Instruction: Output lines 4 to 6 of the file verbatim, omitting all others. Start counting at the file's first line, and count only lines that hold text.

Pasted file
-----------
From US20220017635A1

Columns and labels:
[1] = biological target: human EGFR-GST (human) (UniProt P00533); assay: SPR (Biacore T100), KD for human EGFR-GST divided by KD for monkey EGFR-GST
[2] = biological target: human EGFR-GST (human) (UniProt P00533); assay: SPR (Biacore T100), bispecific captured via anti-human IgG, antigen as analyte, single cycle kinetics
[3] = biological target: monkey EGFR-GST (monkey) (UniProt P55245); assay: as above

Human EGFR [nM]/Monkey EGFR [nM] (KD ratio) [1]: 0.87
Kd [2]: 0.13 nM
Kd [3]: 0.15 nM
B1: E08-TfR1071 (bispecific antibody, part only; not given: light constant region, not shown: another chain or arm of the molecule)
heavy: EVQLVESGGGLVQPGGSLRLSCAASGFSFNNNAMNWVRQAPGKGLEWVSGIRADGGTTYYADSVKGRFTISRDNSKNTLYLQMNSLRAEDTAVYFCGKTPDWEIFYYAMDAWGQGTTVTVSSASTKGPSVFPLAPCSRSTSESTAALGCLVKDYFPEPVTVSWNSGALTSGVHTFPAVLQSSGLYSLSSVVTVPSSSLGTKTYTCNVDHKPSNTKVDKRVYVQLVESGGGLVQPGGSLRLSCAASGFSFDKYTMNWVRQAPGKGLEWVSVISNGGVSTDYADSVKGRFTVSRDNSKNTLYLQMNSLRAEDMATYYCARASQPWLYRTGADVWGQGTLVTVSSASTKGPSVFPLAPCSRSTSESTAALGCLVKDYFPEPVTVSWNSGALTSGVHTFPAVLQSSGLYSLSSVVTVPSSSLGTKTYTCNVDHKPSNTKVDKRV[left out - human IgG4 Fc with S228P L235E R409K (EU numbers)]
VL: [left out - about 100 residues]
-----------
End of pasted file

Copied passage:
[2] = biological target: human EGFR-GST (human) (UniProt P00533); assay: SPR (Biacore T100), bispecific captured via anti-human IgG, antigen as analyte, single cycle kinetics
[3] = biological target: monkey EGFR-GST (monkey) (UniProt P55245); assay: as above

Human EGFR [nM]/Monkey EGFR [nM] (KD ratio) [1]: 0.87